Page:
True Point Two

More truth than you can shake a stick at

I’m torn

What has been happening to me the last couple of months is frankly too painful to talk about. So I won’t. Yet. Besides, the last generation of my blog focused a lot on past events, and I want this blog to be different. I’ve probably spent way too much time focused on past events anyway.

What you do need to know, for any of this to make sense is that I am still married to B. And that we are in the process of trying to figure out what’s next for us. If anything.

So instead of talking about the past, I’ll write about where I am right now.

This past Friday I had a great conversation with a friend. “This the best I am ever going to be get,” she said. “I’m 71. I have mediated, prayed, walked, spent thousands of dollars on therapy and this is it. You are getting the best of me. And if that’s not good enough, too bad.”

These words resonated with such power for me. Because here is the thing, regardless of what age we are, regardless of where we are in life, regardless of the “work” we have done, we are the best we are right now. I am the best I can be right now. This is true for me. This is true for B. And this is true for you too.

But damn, it is hard to really absorb this idea. I have been “working” so fucking hard the last couple of months. My past actions and my current thoughts make we want to be a better person. And I know I have looked to B to be “better” too.

Buddhists like to remind us that we are in the perfect place right now. Where ever we are is exactly where we are “supposed” to be. This is also true of who we are. People are always setting goals, working hard, trying to improve, and yet the Buddhists would tell you that this striving to be better is not only unnecessary, but probably impossible as well. We are already perfect. There is no need for anything else beyond what we already are.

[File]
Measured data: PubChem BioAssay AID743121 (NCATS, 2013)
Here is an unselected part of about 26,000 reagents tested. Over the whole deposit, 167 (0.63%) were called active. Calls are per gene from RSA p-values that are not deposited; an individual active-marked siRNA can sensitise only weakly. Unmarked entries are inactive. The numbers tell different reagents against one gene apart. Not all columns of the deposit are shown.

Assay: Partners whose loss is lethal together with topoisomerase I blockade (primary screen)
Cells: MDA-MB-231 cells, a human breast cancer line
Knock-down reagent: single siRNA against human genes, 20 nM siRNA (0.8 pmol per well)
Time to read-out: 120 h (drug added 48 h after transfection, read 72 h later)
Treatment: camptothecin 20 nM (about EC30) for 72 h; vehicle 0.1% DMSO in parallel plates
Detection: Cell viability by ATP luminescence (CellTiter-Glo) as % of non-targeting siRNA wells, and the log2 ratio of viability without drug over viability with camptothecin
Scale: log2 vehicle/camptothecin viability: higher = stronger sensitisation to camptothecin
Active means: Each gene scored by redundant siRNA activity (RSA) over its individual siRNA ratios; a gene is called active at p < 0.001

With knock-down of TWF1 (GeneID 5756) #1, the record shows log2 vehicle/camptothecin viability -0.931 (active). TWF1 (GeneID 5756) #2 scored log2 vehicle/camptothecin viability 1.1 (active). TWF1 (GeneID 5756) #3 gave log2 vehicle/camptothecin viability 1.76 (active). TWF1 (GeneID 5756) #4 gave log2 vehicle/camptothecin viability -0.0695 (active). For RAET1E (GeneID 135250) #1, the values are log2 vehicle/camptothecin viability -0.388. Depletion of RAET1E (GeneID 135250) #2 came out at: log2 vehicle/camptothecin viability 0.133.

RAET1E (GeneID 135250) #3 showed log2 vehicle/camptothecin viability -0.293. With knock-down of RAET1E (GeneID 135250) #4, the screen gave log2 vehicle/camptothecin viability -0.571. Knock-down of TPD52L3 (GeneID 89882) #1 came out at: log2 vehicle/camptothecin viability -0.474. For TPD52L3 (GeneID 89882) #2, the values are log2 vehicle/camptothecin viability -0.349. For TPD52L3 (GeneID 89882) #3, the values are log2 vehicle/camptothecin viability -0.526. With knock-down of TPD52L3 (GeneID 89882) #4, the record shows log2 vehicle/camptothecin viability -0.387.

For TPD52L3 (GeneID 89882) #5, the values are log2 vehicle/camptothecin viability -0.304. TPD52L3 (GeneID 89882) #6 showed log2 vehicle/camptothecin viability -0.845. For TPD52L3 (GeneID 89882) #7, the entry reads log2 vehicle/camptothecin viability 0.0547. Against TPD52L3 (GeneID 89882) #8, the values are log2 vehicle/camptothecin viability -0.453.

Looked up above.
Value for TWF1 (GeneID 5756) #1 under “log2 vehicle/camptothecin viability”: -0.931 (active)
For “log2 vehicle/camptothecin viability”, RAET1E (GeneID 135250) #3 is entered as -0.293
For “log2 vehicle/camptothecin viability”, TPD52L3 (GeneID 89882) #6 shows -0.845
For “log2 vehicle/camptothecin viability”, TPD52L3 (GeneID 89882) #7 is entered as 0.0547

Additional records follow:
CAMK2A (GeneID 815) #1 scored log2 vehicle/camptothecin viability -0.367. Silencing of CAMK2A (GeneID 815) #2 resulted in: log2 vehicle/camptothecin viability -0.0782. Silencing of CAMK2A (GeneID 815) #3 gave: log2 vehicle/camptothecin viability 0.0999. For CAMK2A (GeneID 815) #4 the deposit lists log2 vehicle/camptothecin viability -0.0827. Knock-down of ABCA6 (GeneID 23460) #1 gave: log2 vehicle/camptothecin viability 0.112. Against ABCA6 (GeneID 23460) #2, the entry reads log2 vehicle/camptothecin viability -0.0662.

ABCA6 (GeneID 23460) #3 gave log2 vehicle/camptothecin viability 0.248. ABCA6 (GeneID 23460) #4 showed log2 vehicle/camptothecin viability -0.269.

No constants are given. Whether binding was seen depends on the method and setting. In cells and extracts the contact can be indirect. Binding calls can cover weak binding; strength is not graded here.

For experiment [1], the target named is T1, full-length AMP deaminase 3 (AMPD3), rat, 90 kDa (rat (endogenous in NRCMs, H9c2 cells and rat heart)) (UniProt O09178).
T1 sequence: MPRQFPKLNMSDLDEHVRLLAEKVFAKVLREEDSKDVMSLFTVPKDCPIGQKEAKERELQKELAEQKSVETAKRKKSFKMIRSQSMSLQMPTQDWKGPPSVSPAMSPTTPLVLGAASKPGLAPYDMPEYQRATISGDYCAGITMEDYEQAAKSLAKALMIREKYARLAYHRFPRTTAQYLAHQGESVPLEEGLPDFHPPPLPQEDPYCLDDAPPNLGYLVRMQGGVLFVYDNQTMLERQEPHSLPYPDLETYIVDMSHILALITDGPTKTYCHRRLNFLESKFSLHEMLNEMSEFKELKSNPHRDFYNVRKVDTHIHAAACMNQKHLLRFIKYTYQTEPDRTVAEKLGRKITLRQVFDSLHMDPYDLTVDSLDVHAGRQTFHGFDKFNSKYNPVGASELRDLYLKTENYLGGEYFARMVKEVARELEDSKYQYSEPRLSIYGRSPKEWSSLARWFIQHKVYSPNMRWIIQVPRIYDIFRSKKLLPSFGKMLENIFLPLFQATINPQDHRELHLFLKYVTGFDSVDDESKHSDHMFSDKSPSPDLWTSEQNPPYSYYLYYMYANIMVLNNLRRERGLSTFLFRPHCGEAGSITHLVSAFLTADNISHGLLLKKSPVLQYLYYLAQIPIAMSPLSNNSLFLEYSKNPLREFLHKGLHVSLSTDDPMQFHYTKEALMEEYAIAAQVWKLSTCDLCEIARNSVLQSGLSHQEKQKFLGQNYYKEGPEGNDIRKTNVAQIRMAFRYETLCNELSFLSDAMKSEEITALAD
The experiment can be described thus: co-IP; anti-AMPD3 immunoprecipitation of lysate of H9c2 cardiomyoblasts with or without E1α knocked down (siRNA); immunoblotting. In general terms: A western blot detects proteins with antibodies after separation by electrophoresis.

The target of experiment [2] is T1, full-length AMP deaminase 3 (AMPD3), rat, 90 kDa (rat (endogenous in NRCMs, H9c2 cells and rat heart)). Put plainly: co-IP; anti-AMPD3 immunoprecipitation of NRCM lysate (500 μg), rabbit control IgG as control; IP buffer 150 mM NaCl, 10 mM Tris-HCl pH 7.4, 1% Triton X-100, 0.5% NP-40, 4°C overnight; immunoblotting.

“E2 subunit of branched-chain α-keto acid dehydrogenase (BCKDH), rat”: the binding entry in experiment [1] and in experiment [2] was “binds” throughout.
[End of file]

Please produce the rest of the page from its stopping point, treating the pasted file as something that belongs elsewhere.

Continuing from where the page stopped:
This is just hard to take to heart when the place you are feels so dark, and the person you are feels so ugly.

At the same time, my friend’s comment made so much sense to me. In the last few months I have basically been tearing myself apart, been at war with myself, and feeling like shit, physically, mentally, and spiritually. I have been reading, researching on the internet, going to counseling. I have been down, getting mad at myself for being down, and then getting pissed off about beating myself up. I have been trying so hard to be a better person. Now I am wondering if it is worth it at all.

And yet, why not? Why not work to be better? Why not dream of how I could be, how my life could be and try to get there? Because dreaming and working to live those dreams seems so right to me.

So, this is my paradox. This is where I am struggling. I am strung between two ideas that call to me equally, Zen acceptance vs Western improvement. Maybe the two ideas are not mutually exclusive. Maybe the answer (an answer) is that my dreams and my search for improvement is part of my perfection.

I don’t know. For now I’ll be working to make my dreams come true, and trying to forgive myself when I fall short, fuck up, or allow my fear to hold me back. I’ll be dreaming of a better me and reminding myself that I’m already perfect.

This is me, living my paradoxes.


I’m back?

“Well True, where have you been?” asked nobody. “You promised us pain, you promised us destruction, you promised us a ring-side seat to your personal bloodbath and then you committed blog suicide!”

Guilty as changed.

If you are just tuning in, and since this is a completely new blog you probably are, then I will give a short synopsis of the story so far:

I’m a lier.

I’ve cheated on my wife, who, for the purposes of anonymity here I call B.

I fell in love with another woman.

I was going to leave B.

Yep. That’s pretty much it. Except…

It is a good thing I am not a soothsayer, because nothing has happened the way I thought it would.

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